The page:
I’m quoted in an article about “Do-It-Yourself Sabbaticals” in today’s New York Times. It’s a good piece, if I do say so myself: Steven Kurutz did a good job finding an interesting cross-section of people.
Kurutz talks to a number of people who designed their own sabbaticals, and talk about how great it was for their careers and personal lives. For me, the experience was life-changing. I wrote two books (THE DISTRACTION ADDICTION and REST) as a direct result of it, opened up some new lines of research and rediscovered some old ones.
Even more important in the long run, I profoundly changed my approach to work, and the way I see the relationship between work and time.
Working as a consultant in Silicon Valley (and in my previous jobs as an academic and editor) it’s very clear how to measure how much you work and passionate you are about your job: it’s all about how many hours you spend on the job, and in particular, how much extra time you voluntarily spend working. Overwork is a sign that you’re in demand, that you care about what you’re doing, that you’re committed to finishing the job no matter what. Or that’s what we tell ourselves, anyway.
As a consultant you’re not making widgets or plowing fields, so there aren’t clear external measures of how well you’ve done or when you should stop: the factory whistle never blows, and you don’t come in from the field when the sun goes down.
There’s nothing that tells you that it’s okay to stop. And at some point I realized that no matter how much time I put in, I was never completely caught up: there was always more to be done, or more I could do.
So I happily worked this way for years… until it no longer worked for me.
Fortunately (or incredibly), I was offered a sabbatical in Cambridge, and had three months to reset, to start some serious new research, and basically to get my life back in order.
What I discovered while I was there, and what I’ve continued to explore in my books, is a very different way of thinking about work, and a different way of working.
In REST, I talk about how some of history’s most important thinkers and most accomplished figures discovered the restorative and creative power of rest, and structured their days and lives to harness it: how they layered work and rest in their daily schedules, used walks and exercise to give their creative subconscious time to explore ideas, and used sabbatical to reset and recharge their intellectual and mental batteries.
I continue this line of research in my new book, SHORTER. In that book, I look at companies that have moved to 4-day weeks in an effort to become more creative, sustainable, and attractive places to work— and how they’ve managed to reduce working hours without cutting salaries, productivity or profitability.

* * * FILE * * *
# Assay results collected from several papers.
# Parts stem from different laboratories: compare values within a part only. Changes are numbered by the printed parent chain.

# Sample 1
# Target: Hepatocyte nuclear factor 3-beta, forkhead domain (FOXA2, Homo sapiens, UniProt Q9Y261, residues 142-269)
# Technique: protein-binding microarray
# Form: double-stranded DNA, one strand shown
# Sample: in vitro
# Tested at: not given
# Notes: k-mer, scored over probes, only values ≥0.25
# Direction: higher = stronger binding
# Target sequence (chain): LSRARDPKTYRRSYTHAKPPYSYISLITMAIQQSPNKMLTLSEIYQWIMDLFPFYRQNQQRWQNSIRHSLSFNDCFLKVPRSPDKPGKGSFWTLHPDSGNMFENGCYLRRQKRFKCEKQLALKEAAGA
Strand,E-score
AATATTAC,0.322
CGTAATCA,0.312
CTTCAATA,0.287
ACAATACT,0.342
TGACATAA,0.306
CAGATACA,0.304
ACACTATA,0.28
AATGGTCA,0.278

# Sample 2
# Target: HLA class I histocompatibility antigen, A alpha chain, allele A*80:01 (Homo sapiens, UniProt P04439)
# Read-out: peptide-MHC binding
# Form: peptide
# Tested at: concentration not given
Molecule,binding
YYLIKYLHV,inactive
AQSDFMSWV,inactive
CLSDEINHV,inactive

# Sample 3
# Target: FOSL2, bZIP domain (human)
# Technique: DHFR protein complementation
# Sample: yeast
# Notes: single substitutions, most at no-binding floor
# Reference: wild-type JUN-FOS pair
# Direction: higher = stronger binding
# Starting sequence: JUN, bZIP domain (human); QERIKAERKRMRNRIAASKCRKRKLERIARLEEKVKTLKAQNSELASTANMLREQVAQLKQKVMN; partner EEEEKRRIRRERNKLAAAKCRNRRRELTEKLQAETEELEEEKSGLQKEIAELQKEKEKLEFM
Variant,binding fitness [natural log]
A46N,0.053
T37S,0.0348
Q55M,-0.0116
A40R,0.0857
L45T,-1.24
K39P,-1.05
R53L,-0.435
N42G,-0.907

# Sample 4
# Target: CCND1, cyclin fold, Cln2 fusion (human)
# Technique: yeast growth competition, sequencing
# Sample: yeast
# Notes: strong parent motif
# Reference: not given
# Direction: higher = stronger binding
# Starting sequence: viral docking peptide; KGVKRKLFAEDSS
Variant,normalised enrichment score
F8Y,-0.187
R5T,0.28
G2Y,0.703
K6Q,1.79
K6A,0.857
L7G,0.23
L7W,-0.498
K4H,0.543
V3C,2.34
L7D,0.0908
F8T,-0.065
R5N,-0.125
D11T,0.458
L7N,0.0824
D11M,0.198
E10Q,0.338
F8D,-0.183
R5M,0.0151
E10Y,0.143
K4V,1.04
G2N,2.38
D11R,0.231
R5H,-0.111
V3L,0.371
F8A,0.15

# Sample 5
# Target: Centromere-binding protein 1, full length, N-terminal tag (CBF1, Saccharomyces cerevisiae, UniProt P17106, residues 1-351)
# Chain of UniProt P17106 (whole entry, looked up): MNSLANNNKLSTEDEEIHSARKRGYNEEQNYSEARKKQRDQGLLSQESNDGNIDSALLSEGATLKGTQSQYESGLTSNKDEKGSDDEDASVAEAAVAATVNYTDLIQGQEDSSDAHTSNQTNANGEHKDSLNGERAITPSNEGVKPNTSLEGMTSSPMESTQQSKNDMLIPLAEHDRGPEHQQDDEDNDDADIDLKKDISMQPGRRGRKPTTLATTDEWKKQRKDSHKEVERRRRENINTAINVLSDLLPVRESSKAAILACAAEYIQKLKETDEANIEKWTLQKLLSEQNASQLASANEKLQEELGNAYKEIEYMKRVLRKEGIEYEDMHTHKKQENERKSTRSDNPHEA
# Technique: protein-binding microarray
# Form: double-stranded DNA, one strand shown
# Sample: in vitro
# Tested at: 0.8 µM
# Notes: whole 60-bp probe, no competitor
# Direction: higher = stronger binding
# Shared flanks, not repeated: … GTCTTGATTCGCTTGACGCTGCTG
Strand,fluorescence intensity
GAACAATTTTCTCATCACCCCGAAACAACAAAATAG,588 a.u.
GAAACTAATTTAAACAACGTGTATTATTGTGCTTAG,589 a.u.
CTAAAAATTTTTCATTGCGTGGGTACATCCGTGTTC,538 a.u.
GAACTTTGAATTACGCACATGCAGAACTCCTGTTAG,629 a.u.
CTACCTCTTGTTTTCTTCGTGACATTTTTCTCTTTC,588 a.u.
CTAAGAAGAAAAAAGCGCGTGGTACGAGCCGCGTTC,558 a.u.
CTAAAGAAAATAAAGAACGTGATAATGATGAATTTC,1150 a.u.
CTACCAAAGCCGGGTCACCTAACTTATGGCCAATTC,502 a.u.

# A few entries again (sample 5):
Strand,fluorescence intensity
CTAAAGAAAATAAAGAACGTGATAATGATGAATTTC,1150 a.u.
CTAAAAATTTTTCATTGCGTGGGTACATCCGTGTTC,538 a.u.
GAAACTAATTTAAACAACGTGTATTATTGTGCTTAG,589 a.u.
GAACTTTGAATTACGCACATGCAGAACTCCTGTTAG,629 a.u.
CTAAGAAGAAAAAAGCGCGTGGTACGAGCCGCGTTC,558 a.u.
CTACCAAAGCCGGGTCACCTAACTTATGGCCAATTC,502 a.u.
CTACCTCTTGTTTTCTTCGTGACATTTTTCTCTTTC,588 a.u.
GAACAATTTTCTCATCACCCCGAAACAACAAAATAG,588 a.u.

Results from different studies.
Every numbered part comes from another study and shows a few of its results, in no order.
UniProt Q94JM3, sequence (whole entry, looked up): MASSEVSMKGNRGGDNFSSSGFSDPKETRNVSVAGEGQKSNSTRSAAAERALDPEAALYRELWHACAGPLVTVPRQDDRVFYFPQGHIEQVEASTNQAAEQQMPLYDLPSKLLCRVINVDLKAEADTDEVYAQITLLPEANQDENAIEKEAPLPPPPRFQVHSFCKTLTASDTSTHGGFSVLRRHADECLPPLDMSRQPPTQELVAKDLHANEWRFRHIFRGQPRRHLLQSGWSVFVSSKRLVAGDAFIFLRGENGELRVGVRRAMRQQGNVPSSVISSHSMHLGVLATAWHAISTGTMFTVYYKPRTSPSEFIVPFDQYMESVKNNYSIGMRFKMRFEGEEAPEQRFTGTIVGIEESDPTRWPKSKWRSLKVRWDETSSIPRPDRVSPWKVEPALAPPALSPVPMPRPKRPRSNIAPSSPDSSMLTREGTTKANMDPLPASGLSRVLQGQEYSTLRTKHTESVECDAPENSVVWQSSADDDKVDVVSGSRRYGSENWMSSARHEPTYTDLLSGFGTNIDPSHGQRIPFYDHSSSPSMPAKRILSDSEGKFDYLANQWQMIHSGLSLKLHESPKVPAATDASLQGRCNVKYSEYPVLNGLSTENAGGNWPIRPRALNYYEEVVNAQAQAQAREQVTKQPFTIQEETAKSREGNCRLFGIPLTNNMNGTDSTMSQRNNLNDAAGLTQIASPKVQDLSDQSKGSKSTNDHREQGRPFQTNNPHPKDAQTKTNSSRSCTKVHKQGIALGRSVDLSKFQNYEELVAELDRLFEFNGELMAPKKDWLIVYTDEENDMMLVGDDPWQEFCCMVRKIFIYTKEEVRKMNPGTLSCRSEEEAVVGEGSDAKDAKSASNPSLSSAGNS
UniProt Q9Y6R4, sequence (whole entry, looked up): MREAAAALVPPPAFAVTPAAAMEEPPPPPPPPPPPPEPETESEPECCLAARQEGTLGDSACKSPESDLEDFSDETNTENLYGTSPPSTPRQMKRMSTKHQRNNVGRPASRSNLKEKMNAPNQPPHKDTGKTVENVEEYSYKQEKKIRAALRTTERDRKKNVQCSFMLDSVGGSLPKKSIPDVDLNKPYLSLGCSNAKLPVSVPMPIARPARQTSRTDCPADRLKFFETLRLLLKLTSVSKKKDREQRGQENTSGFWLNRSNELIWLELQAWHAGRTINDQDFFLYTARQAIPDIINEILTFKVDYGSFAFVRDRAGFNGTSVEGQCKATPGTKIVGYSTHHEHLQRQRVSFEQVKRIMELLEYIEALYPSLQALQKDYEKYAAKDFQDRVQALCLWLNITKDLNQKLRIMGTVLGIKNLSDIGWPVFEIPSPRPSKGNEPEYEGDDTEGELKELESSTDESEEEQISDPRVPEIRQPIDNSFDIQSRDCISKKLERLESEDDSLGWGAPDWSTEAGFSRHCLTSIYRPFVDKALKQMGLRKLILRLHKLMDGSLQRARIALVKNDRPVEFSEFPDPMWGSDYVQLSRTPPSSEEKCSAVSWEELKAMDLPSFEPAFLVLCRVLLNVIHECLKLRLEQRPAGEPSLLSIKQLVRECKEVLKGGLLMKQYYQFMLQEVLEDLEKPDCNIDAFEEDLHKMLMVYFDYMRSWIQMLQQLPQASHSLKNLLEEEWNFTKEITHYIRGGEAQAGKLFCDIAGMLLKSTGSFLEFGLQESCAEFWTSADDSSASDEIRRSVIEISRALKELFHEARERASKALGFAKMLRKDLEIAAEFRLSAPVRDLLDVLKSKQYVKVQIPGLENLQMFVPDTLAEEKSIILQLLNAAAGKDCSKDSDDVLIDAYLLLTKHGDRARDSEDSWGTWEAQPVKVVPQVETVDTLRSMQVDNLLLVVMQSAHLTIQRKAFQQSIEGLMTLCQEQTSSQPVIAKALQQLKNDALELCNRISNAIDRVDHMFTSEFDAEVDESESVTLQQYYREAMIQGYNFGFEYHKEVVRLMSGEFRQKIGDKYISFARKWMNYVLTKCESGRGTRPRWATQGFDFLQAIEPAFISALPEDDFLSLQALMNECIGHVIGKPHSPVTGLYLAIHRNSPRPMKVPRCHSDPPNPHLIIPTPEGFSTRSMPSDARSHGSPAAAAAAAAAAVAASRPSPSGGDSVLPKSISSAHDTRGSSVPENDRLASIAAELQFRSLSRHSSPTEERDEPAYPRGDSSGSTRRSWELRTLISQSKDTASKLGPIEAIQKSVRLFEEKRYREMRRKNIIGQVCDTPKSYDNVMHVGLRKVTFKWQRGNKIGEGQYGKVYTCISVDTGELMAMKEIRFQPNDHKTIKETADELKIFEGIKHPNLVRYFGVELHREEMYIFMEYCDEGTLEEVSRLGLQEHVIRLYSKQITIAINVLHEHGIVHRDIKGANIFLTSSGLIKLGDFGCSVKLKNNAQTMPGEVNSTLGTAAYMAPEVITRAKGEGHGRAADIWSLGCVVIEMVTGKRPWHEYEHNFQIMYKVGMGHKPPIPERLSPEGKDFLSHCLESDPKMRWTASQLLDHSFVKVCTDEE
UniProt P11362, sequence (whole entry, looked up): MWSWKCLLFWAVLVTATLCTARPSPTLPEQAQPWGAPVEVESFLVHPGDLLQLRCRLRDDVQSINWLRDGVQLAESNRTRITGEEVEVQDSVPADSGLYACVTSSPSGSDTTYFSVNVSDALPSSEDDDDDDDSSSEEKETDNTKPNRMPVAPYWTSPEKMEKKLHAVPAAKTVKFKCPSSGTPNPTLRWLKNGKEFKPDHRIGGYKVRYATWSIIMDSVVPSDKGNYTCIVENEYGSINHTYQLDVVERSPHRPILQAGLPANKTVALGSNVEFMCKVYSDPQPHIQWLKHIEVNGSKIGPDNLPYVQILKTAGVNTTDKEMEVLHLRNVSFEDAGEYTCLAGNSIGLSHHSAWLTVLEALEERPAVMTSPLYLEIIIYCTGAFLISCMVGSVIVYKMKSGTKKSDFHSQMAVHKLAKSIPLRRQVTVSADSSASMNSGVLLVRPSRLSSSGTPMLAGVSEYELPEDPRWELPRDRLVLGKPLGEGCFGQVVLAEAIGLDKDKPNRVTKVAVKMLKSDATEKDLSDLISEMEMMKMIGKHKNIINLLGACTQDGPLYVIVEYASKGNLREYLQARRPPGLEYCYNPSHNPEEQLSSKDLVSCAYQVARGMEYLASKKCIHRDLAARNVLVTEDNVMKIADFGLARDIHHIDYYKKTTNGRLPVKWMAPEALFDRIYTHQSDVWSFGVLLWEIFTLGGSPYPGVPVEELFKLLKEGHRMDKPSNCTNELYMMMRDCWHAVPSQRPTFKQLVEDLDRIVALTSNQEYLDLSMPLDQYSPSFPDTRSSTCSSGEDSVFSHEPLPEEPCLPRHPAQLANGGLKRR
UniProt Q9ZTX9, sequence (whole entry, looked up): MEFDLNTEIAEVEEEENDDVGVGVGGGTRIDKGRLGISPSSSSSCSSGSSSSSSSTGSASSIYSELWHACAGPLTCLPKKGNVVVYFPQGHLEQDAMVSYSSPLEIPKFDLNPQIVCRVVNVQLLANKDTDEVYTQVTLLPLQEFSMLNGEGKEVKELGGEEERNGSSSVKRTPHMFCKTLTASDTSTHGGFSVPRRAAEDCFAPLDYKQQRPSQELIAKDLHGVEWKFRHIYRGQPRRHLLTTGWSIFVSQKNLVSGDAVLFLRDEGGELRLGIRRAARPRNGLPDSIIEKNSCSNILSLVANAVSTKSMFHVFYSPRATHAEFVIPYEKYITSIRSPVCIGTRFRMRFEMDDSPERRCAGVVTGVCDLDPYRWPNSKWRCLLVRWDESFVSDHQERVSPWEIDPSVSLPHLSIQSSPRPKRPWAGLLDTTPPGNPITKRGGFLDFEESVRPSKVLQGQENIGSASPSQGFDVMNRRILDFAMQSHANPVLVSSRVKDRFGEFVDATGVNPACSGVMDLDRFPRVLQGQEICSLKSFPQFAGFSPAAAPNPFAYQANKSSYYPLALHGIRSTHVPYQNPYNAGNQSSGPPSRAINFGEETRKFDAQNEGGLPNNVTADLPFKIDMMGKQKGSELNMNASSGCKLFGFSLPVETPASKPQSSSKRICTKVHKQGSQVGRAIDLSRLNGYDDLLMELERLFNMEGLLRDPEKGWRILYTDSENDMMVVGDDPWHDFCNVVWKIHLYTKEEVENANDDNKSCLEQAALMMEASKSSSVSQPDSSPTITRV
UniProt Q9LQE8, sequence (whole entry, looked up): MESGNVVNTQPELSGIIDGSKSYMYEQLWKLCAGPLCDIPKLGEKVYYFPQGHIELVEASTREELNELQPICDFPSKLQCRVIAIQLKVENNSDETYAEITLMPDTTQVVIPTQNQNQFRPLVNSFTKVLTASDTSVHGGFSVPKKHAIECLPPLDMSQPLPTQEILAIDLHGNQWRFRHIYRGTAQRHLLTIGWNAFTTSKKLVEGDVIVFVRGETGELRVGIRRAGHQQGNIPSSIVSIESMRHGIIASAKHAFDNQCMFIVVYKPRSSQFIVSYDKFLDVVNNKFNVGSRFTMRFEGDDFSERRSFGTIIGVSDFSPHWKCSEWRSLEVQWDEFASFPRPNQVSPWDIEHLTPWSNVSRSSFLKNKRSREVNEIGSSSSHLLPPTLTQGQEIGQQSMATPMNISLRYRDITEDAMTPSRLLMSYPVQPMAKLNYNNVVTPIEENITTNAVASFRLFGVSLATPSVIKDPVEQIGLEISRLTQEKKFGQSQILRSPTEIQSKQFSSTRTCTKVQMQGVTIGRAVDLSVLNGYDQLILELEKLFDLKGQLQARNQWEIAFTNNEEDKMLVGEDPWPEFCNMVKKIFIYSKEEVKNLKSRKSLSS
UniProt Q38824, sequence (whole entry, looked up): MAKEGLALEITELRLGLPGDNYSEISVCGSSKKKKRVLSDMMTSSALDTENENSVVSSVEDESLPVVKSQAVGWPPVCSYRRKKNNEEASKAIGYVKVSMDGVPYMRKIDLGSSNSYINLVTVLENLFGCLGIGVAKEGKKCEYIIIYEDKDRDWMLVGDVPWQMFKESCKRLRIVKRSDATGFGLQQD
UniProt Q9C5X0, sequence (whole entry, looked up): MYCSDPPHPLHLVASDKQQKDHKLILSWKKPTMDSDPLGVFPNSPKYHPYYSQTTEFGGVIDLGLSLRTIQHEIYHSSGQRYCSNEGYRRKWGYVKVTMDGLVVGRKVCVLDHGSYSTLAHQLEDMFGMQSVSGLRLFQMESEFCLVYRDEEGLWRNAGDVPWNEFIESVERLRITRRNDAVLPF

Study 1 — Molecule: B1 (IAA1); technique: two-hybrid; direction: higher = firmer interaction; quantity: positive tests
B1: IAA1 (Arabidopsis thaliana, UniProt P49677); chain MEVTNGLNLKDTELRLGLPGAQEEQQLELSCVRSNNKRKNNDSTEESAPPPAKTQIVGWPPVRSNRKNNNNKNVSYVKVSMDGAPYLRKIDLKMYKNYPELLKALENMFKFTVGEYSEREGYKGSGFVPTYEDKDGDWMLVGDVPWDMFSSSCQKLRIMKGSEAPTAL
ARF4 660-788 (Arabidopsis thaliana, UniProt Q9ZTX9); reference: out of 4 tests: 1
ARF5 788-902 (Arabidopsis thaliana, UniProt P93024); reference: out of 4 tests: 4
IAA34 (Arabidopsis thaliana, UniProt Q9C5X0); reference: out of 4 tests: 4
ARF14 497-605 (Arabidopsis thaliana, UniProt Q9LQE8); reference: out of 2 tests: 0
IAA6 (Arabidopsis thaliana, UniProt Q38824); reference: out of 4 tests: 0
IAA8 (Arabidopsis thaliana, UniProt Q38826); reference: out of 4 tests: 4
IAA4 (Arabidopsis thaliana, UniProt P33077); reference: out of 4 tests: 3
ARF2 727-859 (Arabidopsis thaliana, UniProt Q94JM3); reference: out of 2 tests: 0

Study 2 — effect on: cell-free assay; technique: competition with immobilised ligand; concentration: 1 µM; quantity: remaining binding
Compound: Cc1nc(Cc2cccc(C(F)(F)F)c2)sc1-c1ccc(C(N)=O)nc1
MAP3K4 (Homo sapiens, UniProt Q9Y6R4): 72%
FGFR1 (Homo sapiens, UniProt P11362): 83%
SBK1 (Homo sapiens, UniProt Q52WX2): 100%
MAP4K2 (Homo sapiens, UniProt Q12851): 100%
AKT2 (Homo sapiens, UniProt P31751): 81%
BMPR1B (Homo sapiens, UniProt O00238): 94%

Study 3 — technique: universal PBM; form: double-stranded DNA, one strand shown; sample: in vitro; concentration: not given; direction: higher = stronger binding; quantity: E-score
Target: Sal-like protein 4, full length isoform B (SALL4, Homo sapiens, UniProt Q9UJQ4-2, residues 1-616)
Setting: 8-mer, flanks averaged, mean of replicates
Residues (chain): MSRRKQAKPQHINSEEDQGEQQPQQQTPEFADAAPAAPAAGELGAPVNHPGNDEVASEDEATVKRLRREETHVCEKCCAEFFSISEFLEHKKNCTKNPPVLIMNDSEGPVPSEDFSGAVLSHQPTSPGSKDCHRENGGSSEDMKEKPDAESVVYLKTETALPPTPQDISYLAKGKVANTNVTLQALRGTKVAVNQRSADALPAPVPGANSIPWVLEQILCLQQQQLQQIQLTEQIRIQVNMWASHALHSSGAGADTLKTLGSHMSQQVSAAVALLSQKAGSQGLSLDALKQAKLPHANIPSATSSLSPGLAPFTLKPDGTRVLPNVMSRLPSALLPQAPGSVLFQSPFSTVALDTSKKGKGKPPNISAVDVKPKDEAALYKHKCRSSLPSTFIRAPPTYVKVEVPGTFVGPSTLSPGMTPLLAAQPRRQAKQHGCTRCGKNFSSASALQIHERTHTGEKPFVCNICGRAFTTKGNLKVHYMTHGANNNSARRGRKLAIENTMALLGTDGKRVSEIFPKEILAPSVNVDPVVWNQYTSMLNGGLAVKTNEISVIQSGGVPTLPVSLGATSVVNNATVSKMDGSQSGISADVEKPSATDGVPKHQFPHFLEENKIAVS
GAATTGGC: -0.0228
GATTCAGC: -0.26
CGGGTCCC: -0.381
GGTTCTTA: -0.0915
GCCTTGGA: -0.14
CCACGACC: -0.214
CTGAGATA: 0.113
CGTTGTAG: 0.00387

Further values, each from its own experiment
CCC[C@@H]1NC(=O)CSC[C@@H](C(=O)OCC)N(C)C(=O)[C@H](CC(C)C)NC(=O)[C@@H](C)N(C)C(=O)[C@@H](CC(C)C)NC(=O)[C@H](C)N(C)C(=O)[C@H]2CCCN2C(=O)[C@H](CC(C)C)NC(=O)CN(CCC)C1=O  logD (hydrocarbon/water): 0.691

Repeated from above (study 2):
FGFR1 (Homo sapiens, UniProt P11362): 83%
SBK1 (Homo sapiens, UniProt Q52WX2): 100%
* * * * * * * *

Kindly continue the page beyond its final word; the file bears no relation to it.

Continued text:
What they show is that overwork isn’t productive, it isn’t sustainable, and it doesn’t need to be how you express your passion or commitment to your work. Working intensively, strategy altering periods of work and rest— in your daily schedule, in your annual calendar, and in your life— lets you do better work, lets your work longer, and makes companies better places to work. And it’s just as rewarding.
Here’s one personal measure. Before my sabbatical, I took about twelve years to write and publish my first book (my dissertation, revised). Nine years after my sabbatical, I will have written and published three books. At this pace, in the time it took me to finish book #1, I’ll have had a 4X increase in productivity— while working fewer hours, more sustainably.
And I’m just as passionate and obsessed by my work as ever.
I think for many of us, the appeal of long hours is that it’s where we think we can find those moments where we completely lose ourselves in our work— where we get into flow, can feel ourselves sinking into a complicated problem, and over time can work to a solution.
For some of us, there’s nothing else that feels like that. My advisor said that for really good historians, writing is a narcotic. He was right. And I suspect anyone who’s really good at what they do shares a similar experience with their work.
But it turns out that you don’t have to burn yourself out, to sacrifice yourself at the altar of late-stage capitalism, in order to get that. The people I write about in REST were incredibly creative, super-ambitious, and working in fields that were very competitive. They had every reason to overwork, but they found a way of working that meant they didn’t have to— even when they were working on ideas that would change the world.
The companies I write about in SHORTER have figures out how to apply these principles in some of the most competitive and work-obsessed professions today: they include world-class restaurants, financial services firms, software startups, digital consultancies, and design agencies. They’re led by people who, like me, put in long hours earlier in their careers, and realized that they could build another way of working— that they had to find another way if they wanted to keep going— and that they could build entire companies that shared that way of working.
So that’s what sabbaticals can do for you.